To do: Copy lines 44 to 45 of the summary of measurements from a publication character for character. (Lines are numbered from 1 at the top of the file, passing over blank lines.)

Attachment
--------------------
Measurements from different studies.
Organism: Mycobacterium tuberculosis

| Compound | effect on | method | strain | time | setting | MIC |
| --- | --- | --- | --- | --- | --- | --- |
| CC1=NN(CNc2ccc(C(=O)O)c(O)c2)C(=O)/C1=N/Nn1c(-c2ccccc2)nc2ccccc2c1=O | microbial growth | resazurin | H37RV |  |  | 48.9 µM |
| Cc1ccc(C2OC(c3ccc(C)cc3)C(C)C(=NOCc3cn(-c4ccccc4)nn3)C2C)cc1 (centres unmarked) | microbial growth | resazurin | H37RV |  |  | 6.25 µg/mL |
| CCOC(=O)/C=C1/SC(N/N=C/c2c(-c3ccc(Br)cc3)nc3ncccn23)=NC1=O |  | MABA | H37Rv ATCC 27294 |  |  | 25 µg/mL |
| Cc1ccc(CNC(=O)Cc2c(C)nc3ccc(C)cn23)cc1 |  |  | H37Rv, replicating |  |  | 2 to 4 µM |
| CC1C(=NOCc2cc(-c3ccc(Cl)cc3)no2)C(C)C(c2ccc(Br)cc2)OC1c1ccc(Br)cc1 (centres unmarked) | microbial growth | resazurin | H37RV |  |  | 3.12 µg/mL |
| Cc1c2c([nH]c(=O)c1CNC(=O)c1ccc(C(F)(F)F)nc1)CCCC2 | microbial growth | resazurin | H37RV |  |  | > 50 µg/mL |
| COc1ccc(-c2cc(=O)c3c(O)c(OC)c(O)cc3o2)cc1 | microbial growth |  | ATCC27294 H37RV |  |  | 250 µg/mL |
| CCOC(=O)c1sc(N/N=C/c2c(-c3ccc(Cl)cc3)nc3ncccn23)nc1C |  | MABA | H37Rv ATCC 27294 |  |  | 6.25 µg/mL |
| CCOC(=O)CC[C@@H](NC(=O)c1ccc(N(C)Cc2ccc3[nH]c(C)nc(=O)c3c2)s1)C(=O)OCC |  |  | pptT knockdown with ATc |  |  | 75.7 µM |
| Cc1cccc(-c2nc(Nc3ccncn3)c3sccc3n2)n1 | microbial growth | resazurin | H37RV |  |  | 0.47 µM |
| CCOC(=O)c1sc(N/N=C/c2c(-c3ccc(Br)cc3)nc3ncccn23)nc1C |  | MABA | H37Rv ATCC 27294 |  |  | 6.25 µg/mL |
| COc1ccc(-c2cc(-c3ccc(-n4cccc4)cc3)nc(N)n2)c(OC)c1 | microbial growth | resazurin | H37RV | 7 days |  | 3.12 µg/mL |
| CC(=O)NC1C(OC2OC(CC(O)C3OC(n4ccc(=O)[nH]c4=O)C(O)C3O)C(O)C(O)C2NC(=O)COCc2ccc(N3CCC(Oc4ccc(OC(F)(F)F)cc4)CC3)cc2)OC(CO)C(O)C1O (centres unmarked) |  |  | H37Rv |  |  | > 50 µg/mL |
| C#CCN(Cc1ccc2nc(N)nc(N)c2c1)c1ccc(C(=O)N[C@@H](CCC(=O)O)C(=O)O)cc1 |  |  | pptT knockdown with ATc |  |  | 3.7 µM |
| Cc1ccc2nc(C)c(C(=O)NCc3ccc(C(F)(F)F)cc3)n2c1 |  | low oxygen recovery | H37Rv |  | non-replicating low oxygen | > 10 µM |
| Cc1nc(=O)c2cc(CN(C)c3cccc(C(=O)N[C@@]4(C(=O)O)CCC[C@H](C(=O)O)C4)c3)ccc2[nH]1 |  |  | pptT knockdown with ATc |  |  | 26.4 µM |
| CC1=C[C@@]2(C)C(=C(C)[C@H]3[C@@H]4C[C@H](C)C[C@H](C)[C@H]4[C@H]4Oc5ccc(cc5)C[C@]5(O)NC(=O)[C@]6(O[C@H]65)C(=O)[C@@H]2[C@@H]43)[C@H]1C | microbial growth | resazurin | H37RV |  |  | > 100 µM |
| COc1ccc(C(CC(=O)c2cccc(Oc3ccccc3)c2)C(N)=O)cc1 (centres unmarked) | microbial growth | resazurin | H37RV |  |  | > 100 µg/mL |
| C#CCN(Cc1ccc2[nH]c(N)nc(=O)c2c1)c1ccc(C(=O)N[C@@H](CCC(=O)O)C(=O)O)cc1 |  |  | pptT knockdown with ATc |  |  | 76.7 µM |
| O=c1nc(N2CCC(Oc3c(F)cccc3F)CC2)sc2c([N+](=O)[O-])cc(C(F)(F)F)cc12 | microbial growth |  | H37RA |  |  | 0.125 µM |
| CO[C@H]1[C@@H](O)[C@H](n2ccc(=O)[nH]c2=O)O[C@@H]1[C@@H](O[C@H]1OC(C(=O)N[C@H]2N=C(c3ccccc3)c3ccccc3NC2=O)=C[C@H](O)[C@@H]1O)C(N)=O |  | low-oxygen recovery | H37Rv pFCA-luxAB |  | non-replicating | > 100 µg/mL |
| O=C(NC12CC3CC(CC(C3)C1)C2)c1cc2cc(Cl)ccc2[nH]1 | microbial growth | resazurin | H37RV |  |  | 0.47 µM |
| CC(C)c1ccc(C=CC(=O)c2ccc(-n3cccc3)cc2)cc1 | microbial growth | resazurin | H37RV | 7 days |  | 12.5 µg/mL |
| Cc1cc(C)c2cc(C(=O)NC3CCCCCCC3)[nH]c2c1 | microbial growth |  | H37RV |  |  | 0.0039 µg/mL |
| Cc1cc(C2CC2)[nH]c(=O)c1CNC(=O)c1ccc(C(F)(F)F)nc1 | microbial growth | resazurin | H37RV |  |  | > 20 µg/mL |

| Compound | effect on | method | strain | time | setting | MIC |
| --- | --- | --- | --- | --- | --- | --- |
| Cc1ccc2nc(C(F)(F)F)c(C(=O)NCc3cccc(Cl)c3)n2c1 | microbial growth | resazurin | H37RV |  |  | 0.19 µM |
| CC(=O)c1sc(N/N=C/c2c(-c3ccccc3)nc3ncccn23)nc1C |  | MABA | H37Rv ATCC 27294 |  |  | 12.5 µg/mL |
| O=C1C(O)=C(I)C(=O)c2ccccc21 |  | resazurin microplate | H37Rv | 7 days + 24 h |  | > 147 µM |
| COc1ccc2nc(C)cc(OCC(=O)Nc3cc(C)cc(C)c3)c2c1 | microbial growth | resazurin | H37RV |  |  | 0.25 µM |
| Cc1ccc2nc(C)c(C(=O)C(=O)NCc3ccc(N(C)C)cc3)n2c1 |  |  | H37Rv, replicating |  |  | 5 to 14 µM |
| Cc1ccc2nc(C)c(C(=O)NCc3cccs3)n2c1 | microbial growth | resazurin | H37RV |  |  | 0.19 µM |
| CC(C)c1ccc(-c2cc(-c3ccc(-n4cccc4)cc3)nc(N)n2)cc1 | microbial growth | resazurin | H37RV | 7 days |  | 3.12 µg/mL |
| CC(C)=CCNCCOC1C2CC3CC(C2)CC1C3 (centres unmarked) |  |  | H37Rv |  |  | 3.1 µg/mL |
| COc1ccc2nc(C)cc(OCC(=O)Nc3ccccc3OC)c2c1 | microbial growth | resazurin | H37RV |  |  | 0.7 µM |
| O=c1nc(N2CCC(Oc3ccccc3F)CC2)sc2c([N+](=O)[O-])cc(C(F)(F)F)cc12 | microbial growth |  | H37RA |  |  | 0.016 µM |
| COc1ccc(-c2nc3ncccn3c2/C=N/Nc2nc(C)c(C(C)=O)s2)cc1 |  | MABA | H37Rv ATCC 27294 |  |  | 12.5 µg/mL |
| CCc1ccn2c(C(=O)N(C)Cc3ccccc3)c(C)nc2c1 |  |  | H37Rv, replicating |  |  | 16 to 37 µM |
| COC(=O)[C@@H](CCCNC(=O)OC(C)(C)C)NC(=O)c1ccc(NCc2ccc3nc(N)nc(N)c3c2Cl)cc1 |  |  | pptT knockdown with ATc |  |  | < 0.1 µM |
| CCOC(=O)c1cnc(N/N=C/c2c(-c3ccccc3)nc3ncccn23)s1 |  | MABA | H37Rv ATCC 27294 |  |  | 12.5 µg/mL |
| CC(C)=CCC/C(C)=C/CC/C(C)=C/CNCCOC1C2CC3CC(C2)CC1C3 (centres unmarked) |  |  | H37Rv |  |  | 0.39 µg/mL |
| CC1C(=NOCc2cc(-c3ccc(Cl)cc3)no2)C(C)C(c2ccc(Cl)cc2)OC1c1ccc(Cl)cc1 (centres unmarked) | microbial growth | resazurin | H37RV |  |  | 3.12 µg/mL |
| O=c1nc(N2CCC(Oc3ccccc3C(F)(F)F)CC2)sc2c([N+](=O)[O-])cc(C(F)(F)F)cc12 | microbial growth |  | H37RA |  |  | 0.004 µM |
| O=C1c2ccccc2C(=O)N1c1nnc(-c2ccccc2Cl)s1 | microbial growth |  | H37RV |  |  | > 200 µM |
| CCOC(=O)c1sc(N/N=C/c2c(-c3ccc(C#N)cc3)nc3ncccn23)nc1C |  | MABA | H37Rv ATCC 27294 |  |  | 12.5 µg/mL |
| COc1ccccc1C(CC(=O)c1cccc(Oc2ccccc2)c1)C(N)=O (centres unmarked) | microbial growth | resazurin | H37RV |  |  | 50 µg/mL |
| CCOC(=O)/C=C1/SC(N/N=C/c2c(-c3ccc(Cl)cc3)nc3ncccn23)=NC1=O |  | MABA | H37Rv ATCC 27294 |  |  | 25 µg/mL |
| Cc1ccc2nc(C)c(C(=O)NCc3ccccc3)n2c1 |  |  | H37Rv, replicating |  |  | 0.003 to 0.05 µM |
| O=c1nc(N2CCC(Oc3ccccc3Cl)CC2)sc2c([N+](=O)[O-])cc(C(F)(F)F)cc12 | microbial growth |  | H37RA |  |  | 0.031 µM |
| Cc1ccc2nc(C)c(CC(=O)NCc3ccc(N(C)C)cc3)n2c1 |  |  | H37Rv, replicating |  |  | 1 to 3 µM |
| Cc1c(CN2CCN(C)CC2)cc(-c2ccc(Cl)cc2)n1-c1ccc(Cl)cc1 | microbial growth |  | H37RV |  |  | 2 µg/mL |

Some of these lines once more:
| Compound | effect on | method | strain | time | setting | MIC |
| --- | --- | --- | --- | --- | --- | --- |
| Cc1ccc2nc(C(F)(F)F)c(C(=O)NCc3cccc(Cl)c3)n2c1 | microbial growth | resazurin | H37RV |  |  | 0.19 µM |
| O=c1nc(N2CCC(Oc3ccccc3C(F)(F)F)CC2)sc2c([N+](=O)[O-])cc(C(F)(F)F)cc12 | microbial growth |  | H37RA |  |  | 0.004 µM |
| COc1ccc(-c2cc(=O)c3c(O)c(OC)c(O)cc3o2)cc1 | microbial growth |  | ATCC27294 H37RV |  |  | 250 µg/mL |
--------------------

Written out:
| COC(=O)[C@@H](CCCNC(=O)OC(C)(C)C)NC(=O)c1ccc(NCc2ccc3nc(N)nc(N)c3c2Cl)cc1 |  |  | pptT knockdown with ATc |  |  | < 0.1 µM |
| CCOC(=O)c1cnc(N/N=C/c2c(-c3ccccc3)nc3ncccn23)s1 |  | MABA | H37Rv ATCC 27294 |  |  | 12.5 µg/mL |